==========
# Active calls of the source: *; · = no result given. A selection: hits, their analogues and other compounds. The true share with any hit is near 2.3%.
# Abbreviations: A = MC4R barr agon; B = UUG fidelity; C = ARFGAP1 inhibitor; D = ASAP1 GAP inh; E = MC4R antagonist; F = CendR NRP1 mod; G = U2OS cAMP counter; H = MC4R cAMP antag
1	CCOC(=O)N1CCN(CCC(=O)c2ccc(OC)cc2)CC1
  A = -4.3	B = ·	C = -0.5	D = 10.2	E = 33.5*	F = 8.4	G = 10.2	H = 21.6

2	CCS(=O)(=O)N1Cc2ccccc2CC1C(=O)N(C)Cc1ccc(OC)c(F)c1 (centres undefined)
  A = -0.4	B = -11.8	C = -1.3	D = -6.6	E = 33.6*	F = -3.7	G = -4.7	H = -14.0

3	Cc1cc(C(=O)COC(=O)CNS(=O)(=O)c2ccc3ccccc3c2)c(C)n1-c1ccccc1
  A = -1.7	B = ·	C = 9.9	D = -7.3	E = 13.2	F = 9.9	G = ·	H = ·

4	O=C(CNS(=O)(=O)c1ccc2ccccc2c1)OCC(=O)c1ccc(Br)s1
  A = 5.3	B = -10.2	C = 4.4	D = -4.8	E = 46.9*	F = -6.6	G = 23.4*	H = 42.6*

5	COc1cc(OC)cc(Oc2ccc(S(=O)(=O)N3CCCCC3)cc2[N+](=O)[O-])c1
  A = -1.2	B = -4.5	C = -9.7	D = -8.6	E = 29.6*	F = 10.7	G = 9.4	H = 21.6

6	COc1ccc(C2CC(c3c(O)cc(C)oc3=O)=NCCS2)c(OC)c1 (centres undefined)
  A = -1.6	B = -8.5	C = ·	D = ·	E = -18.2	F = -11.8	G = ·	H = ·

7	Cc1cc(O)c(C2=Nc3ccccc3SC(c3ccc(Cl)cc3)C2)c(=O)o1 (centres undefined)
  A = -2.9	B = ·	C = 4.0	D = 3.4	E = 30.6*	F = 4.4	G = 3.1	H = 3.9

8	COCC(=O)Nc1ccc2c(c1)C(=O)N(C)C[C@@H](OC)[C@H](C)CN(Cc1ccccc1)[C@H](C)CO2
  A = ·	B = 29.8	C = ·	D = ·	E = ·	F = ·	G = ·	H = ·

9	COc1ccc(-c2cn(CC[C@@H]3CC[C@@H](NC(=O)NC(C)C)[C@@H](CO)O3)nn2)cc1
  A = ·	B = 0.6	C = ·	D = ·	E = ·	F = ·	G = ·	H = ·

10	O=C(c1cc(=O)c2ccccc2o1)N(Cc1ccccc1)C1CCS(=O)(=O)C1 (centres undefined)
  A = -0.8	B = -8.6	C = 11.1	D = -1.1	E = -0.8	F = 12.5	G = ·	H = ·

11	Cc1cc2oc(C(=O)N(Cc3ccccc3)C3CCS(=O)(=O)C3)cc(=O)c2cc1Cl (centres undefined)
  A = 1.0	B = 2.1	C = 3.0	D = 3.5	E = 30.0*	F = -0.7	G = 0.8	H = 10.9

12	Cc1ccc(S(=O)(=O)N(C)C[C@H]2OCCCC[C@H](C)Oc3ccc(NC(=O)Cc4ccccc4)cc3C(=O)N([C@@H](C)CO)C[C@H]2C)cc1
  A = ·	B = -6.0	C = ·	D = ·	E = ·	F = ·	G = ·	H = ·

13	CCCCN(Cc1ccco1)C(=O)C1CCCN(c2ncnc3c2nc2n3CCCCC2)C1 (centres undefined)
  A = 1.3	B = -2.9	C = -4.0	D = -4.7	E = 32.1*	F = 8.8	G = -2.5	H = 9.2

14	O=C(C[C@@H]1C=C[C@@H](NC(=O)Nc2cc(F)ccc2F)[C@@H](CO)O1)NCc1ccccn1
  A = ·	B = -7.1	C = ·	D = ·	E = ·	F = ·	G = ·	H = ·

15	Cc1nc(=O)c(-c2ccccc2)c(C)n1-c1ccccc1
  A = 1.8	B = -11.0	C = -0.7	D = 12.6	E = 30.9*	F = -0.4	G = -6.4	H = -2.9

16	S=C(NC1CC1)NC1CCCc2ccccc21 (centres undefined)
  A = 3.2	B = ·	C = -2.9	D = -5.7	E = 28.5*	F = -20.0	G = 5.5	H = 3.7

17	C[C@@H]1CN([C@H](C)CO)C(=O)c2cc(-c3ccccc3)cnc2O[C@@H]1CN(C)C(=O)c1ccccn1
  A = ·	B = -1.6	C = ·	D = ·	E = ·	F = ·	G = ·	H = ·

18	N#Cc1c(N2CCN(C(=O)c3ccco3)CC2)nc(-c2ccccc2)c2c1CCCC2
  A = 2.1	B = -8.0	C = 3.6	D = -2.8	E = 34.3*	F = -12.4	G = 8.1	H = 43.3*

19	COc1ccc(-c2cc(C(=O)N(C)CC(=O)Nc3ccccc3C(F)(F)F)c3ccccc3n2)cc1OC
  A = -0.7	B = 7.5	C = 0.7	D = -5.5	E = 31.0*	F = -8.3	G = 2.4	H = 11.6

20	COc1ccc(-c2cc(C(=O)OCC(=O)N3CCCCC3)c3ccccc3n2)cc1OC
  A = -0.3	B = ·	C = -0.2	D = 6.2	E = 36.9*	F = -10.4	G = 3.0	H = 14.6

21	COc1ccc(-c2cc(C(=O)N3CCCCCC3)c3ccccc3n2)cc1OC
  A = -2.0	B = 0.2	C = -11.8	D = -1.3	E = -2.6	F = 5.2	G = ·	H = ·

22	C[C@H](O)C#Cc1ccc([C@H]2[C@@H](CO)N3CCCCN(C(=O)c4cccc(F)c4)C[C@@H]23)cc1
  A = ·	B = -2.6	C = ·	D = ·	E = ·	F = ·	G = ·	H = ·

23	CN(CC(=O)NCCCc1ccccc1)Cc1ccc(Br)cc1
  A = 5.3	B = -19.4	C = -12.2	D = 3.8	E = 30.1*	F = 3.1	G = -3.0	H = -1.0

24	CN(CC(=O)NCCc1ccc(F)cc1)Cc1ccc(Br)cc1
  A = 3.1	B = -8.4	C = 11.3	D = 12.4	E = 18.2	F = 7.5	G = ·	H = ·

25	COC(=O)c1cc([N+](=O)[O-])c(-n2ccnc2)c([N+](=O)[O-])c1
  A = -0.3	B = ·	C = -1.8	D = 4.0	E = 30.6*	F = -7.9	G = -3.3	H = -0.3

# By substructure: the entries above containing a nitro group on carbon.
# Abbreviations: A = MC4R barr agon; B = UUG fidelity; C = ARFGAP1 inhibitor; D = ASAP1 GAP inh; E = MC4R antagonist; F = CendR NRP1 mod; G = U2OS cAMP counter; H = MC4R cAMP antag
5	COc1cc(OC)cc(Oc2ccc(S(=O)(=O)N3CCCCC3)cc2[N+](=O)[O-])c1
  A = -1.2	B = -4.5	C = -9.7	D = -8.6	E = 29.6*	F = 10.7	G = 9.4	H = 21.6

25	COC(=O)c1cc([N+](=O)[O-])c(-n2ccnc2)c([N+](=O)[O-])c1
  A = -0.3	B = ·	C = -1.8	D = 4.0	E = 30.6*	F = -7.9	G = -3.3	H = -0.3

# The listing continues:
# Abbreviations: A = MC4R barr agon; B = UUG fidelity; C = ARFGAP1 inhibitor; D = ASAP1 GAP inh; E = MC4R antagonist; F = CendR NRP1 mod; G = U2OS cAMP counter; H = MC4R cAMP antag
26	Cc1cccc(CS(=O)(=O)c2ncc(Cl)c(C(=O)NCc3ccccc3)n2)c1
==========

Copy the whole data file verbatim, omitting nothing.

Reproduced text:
# Active calls of the source: *; · = no result given. A selection: hits, their analogues and other compounds. The true share with any hit is near 2.3%.
# Abbreviations: A = MC4R barr agon; B = UUG fidelity; C = ARFGAP1 inhibitor; D = ASAP1 GAP inh; E = MC4R antagonist; F = CendR NRP1 mod; G = U2OS cAMP counter; H = MC4R cAMP antag
1	CCOC(=O)N1CCN(CCC(=O)c2ccc(OC)cc2)CC1
  A = -4.3	B = ·	C = -0.5	D = 10.2	E = 33.5*	F = 8.4	G = 10.2	H = 21.6

2	CCS(=O)(=O)N1Cc2ccccc2CC1C(=O)N(C)Cc1ccc(OC)c(F)c1 (centres undefined)
  A = -0.4	B = -11.8	C = -1.3	D = -6.6	E = 33.6*	F = -3.7	G = -4.7	H = -14.0

3	Cc1cc(C(=O)COC(=O)CNS(=O)(=O)c2ccc3ccccc3c2)c(C)n1-c1ccccc1
  A = -1.7	B = ·	C = 9.9	D = -7.3	E = 13.2	F = 9.9	G = ·	H = ·

4	O=C(CNS(=O)(=O)c1ccc2ccccc2c1)OCC(=O)c1ccc(Br)s1
  A = 5.3	B = -10.2	C = 4.4	D = -4.8	E = 46.9*	F = -6.6	G = 23.4*	H = 42.6*

5	COc1cc(OC)cc(Oc2ccc(S(=O)(=O)N3CCCCC3)cc2[N+](=O)[O-])c1
  A = -1.2	B = -4.5	C = -9.7	D = -8.6	E = 29.6*	F = 10.7	G = 9.4	H = 21.6

6	COc1ccc(C2CC(c3c(O)cc(C)oc3=O)=NCCS2)c(OC)c1 (centres undefined)
  A = -1.6	B = -8.5	C = ·	D = ·	E = -18.2	F = -11.8	G = ·	H = ·

7	Cc1cc(O)c(C2=Nc3ccccc3SC(c3ccc(Cl)cc3)C2)c(=O)o1 (centres undefined)
  A = -2.9	B = ·	C = 4.0	D = 3.4	E = 30.6*	F = 4.4	G = 3.1	H = 3.9

8	COCC(=O)Nc1ccc2c(c1)C(=O)N(C)C[C@@H](OC)[C@H](C)CN(Cc1ccccc1)[C@H](C)CO2
  A = ·	B = 29.8	C = ·	D = ·	E = ·	F = ·	G = ·	H = ·

9	COc1ccc(-c2cn(CC[C@@H]3CC[C@@H](NC(=O)NC(C)C)[C@@H](CO)O3)nn2)cc1
  A = ·	B = 0.6	C = ·	D = ·	E = ·	F = ·	G = ·	H = ·

10	O=C(c1cc(=O)c2ccccc2o1)N(Cc1ccccc1)C1CCS(=O)(=O)C1 (centres undefined)
  A = -0.8	B = -8.6	C = 11.1	D = -1.1	E = -0.8	F = 12.5	G = ·	H = ·

11	Cc1cc2oc(C(=O)N(Cc3ccccc3)C3CCS(=O)(=O)C3)cc(=O)c2cc1Cl (centres undefined)
  A = 1.0	B = 2.1	C = 3.0	D = 3.5	E = 30.0*	F = -0.7	G = 0.8	H = 10.9

12	Cc1ccc(S(=O)(=O)N(C)C[C@H]2OCCCC[C@H](C)Oc3ccc(NC(=O)Cc4ccccc4)cc3C(=O)N([C@@H](C)CO)C[C@H]2C)cc1
  A = ·	B = -6.0	C = ·	D = ·	E = ·	F = ·	G = ·	H = ·

13	CCCCN(Cc1ccco1)C(=O)C1CCCN(c2ncnc3c2nc2n3CCCCC2)C1 (centres undefined)
  A = 1.3	B = -2.9	C = -4.0	D = -4.7	E = 32.1*	F = 8.8	G = -2.5	H = 9.2

14	O=C(C[C@@H]1C=C[C@@H](NC(=O)Nc2cc(F)ccc2F)[C@@H](CO)O1)NCc1ccccn1
  A = ·	B = -7.1	C = ·	D = ·	E = ·	F = ·	G = ·	H = ·

15	Cc1nc(=O)c(-c2ccccc2)c(C)n1-c1ccccc1
  A = 1.8	B = -11.0	C = -0.7	D = 12.6	E = 30.9*	F = -0.4	G = -6.4	H = -2.9

16	S=C(NC1CC1)NC1CCCc2ccccc21 (centres undefined)
  A = 3.2	B = ·	C = -2.9	D = -5.7	E = 28.5*	F = -20.0	G = 5.5	H = 3.7

17	C[C@@H]1CN([C@H](C)CO)C(=O)c2cc(-c3ccccc3)cnc2O[C@@H]1CN(C)C(=O)c1ccccn1
  A = ·	B = -1.6	C = ·	D = ·	E = ·	F = ·	G = ·	H = ·

18	N#Cc1c(N2CCN(C(=O)c3ccco3)CC2)nc(-c2ccccc2)c2c1CCCC2
  A = 2.1	B = -8.0	C = 3.6	D = -2.8	E = 34.3*	F = -12.4	G = 8.1	H = 43.3*

19	COc1ccc(-c2cc(C(=O)N(C)CC(=O)Nc3ccccc3C(F)(F)F)c3ccccc3n2)cc1OC
  A = -0.7	B = 7.5	C = 0.7	D = -5.5	E = 31.0*	F = -8.3	G = 2.4	H = 11.6

20	COc1ccc(-c2cc(C(=O)OCC(=O)N3CCCCC3)c3ccccc3n2)cc1OC
  A = -0.3	B = ·	C = -0.2	D = 6.2	E = 36.9*	F = -10.4	G = 3.0	H = 14.6

21	COc1ccc(-c2cc(C(=O)N3CCCCCC3)c3ccccc3n2)cc1OC
  A = -2.0	B = 0.2	C = -11.8	D = -1.3	E = -2.6	F = 5.2	G = ·	H = ·

22	C[C@H](O)C#Cc1ccc([C@H]2[C@@H](CO)N3CCCCN(C(=O)c4cccc(F)c4)C[C@@H]23)cc1
  A = ·	B = -2.6	C = ·	D = ·	E = ·	F = ·	G = ·	H = ·

23	CN(CC(=O)NCCCc1ccccc1)Cc1ccc(Br)cc1
  A = 5.3	B = -19.4	C = -12.2	D = 3.8	E = 30.1*	F = 3.1	G = -3.0	H = -1.0

24	CN(CC(=O)NCCc1ccc(F)cc1)Cc1ccc(Br)cc1
  A = 3.1	B = -8.4	C = 11.3	D = 12.4	E = 18.2	F = 7.5	G = ·	H = ·

25	COC(=O)c1cc([N+](=O)[O-])c(-n2ccnc2)c([N+](=O)[O-])c1
  A = -0.3	B = ·	C = -1.8	D = 4.0	E = 30.6*	F = -7.9	G = -3.3	H = -0.3

# By substructure: the entries above containing a nitro group on carbon.
# Abbreviations: A = MC4R barr agon; B = UUG fidelity; C = ARFGAP1 inhibitor; D = ASAP1 GAP inh; E = MC4R antagonist; F = CendR NRP1 mod; G = U2OS cAMP counter; H = MC4R cAMP antag
5	COc1cc(OC)cc(Oc2ccc(S(=O)(=O)N3CCCCC3)cc2[N+](=O)[O-])c1
  A = -1.2	B = -4.5	C = -9.7	D = -8.6	E = 29.6*	F = 10.7	G = 9.4	H = 21.6

25	COC(=O)c1cc([N+](=O)[O-])c(-n2ccnc2)c([N+](=O)[O-])c1
  A = -0.3	B = ·	C = -1.8	D = 4.0	E = 30.6*	F = -7.9	G = -3.3	H = -0.3

# The listing continues:
# Abbreviations: A = MC4R barr agon; B = UUG fidelity; C = ARFGAP1 inhibitor; D = ASAP1 GAP inh; E = MC4R antagonist; F = CendR NRP1 mod; G = U2OS cAMP counter; H = MC4R cAMP antag
26	Cc1cccc(CS(=O)(=O)c2ncc(Cl)c(C(=O)NCc3ccccc3)n2)c1